Medieval Sword Discovered in Polish Peat Bog

iStock
iStock

Sometime in the 14th century, a medieval knight traversing the marshes of southeast Poland either dropped his sword or sank into the muck, losing his life—and weapon—in the process. Archaeologists haven't found his remains, but they did discover his intact blade earlier this month in a peat bog near the Polish town of Hrubieszów, according to Archaeology.

The two-handed, 4-foot-long sword is corroded and missing its padded hilt, but it still bears its maker's brand: an isosceles cross, etched in the shape of a heraldic shield. Originally, it weighed just over 3 pounds, making it a good, lightweight weapon for fencing.

The sword has been donated to the Fr. Stanisław Staszic Museum in Hrubieszów, where experts hope to find out how, exactly, it ended up in a marsh. "This is a unique find in the region," noted Bartłomiej Bartecki, the museum's director, according to Science & Scholarship in Poland. Too often for similar artifacts, "their places of discovery is often unknown, and that is very important information for historians and archaeologists," he added.

Archaeologists plan to return to the site of the find and conduct minor excavations for other pieces of fighting equipment. As for the sword itself, conservationists will examine it to see if any engraved signs on the blade exist to identify its owner and origin.

"The place where the discovery was made is a wetland and a peat bog," Bartecki said. "It is possible that an unlucky knight was pulled into the marsh, or simply lost his sword."

[h/t Archaeology]

Laser Scans Detect Hidden Buildings and Tunnels Beneath Alcatraz Prison

iStock.com/f8grapher
iStock.com/f8grapher

Isolated in the San Francisco Bay and surrounded by steep cliff faces, Alcatraz Federal Penitentiary seemed like the most secure place to keep dangerous criminals in the mid-20th century. But it's recently come to light that every inmate on Alcatraz Island lived above a series of potential escape routes that predated the prison's construction, the San Francisco Chronicle reports.

In a new study published in the journal Near Surface Geophysics, archaeologists reported their discovery of structures and artifacts beneath the Alcatraz prison yard, including underground buildings, tunnels, and ammunition magazines. Guided by historical maps, documents, and photographs, they used laser scanning technology and ground-penetrating radar to locate the subterranean fortress close to the surface.

The site dates back to the mid-19th century, when Alcatraz Island was used for military purposes. The same natural features that would later make Alcatraz an appealing prison also made it an ideal coastal fortification. Enough brick buildings were built there to house 200 soldiers and enough food was shipped in to feed them for four months.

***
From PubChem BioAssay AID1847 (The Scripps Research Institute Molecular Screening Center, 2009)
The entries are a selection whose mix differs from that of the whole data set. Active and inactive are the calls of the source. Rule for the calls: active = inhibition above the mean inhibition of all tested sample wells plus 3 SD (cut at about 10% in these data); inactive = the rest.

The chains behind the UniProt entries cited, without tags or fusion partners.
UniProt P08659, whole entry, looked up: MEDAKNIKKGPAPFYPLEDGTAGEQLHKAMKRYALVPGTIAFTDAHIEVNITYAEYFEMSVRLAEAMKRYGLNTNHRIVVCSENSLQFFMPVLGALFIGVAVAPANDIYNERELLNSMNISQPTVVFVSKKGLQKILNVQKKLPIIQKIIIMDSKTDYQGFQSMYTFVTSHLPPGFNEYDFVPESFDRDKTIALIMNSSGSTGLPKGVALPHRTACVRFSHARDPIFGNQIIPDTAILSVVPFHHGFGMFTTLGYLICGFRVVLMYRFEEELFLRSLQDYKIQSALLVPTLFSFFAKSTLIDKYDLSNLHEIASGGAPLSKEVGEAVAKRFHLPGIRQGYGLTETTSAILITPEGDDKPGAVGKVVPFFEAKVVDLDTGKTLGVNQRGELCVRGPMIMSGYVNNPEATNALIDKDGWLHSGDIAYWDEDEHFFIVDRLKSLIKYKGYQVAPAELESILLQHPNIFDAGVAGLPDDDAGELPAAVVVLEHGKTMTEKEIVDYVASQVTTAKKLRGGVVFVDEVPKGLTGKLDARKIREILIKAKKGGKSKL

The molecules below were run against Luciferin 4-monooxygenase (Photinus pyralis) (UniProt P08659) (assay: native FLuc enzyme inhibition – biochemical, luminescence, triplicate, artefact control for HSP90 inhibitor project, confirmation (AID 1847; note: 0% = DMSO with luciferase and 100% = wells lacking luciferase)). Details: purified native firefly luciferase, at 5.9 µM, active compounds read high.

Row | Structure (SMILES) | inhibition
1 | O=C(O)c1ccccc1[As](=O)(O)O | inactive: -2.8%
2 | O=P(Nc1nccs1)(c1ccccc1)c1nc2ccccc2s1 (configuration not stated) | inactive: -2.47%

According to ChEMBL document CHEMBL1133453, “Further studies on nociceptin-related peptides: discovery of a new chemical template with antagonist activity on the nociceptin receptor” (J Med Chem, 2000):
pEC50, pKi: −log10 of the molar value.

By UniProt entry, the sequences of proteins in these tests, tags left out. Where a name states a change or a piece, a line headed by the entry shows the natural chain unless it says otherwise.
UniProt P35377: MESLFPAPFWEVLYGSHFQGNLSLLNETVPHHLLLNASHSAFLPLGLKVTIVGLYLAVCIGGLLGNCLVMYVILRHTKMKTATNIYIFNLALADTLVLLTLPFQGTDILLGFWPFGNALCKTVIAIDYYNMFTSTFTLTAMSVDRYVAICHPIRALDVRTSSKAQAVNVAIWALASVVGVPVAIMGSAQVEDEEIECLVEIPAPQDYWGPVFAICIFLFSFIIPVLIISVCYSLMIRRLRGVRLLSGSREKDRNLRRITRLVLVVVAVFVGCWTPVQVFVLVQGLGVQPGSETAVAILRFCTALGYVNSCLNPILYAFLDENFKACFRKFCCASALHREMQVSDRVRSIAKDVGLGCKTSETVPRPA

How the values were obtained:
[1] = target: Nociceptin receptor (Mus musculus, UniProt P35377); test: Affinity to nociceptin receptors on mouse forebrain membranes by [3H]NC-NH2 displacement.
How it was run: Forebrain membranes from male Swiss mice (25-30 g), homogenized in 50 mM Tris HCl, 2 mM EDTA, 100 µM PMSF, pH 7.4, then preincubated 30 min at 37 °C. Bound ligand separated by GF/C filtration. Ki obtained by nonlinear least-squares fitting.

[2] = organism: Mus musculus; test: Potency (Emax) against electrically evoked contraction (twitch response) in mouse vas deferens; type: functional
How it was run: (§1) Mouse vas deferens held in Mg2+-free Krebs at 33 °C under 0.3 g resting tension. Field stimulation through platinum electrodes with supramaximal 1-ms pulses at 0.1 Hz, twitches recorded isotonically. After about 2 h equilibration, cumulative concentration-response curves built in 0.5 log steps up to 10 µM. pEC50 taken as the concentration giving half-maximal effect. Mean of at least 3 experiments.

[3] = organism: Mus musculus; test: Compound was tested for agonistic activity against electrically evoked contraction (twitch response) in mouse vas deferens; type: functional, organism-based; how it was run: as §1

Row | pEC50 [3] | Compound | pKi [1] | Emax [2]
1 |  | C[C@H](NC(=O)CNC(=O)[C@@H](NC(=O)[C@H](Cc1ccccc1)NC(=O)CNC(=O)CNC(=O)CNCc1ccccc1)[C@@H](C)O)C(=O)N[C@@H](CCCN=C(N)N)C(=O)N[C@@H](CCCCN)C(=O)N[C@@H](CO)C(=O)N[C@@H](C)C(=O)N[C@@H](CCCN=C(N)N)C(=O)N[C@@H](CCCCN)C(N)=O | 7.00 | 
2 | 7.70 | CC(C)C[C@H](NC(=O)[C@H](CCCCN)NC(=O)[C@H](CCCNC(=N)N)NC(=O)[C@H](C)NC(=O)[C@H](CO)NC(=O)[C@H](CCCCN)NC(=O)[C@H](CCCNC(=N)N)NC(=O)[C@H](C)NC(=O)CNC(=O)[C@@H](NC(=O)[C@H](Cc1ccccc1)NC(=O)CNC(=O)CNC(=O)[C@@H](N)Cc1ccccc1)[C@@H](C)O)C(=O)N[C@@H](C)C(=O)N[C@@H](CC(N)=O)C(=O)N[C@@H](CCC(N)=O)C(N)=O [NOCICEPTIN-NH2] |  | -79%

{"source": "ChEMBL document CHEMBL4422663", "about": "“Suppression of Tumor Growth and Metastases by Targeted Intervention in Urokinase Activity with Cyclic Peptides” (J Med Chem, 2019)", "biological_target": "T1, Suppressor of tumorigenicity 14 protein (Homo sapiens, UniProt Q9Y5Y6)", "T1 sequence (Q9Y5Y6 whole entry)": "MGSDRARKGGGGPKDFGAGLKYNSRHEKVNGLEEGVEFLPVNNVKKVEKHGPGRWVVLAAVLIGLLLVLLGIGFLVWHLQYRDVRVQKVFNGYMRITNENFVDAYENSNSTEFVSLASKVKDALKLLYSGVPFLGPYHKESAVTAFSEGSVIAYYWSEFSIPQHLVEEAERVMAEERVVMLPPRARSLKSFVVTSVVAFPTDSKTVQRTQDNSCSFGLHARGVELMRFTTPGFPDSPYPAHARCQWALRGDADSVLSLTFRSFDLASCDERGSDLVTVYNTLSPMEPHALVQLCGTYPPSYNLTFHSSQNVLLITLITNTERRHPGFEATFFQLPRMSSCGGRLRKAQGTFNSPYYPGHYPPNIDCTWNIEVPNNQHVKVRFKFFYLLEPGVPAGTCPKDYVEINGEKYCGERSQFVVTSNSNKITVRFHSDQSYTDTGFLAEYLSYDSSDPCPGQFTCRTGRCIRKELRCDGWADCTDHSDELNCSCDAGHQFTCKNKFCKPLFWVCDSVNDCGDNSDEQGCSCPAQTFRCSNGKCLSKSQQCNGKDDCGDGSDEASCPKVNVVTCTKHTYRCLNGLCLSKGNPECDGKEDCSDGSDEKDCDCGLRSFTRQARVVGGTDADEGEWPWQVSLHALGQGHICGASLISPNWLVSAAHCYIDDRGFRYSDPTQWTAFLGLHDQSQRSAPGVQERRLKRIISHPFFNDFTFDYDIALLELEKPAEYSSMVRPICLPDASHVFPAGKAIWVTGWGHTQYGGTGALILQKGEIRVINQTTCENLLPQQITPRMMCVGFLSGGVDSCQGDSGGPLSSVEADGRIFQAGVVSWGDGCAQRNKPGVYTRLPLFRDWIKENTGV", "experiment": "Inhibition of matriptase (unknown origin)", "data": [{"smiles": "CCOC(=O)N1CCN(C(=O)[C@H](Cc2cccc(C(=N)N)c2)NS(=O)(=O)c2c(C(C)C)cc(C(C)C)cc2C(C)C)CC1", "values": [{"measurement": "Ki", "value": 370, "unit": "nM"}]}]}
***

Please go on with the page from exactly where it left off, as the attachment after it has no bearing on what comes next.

But the fortification wasn't used for its original purpose for very long. It was transformed into the West Coast's official military prison during the Civil War, and in the 1930s, the government turned it into a federal prison. Instead of tearing down the forts and tunnels leftover from its military days, workers left them intact and built over them to save money. Archaeologists plan to investigate the underground structures further without disturbing the historic site.

Alcatraz Prison closed in 1963, so the underground tunnels no longer pose a security problem. Today the island is part of the U.S. National Park Service and is a popular tourist attraction.

[h/t San Fransisco Chronicle]

The Site Where Julius Caesar Was Assassinated Will Open to the Public in 2021

iStock.com/Largo di Torre Argentina
iStock.com/Largo di Torre Argentina

Besides being a sanctuary for stray cats, Largo di Torre Argentina in Rome is best known as the place where Julius Caesar was stabbed 22 times by assassins in 44 BCE. As the city's oldest open-air square, the spot is an important piece of Roman history, but it's fallen into disrepair. Now, Condé Nast Traveler reports that Largo di Torre Argentina will reopen to the public following a $1.1 million restoration project.

The site includes four ancient temples, a medieval brick tower, and the ruins of the senate house where Caesar was murdered. About 20 feet below street level, it was excavated under the rule of Benito Mussolini in the 1920s, and has remained largely closed to the public since. Today, Largo di Torre Argentina is overgrown and accessible only to the feral cats that live there.

On Monday, February 25, Rome mayor Virginia Raggi announced that Largo di Torre Argentina will reopen in the second half of 2021. To get the site ready for the public, the city will add restrooms, install lights, and build walkways that allow visitors to explore the area. Stone ruins, some of which are stacked into piles, will be secured, and artifacts currently sitting in storage will be moved to a museum. The one area the project will avoid is the corner where the cat sanctuary is located.

Rome, of course, is filled with ancient ruins—some that residents weren't even aware of until recently. In 2014, a 2000-year-old Roman road was unearthed during the construction of a McDonald's.

[h/t Condé Nast Traveler]

SECTIONS

arrow
LIVE SMARTER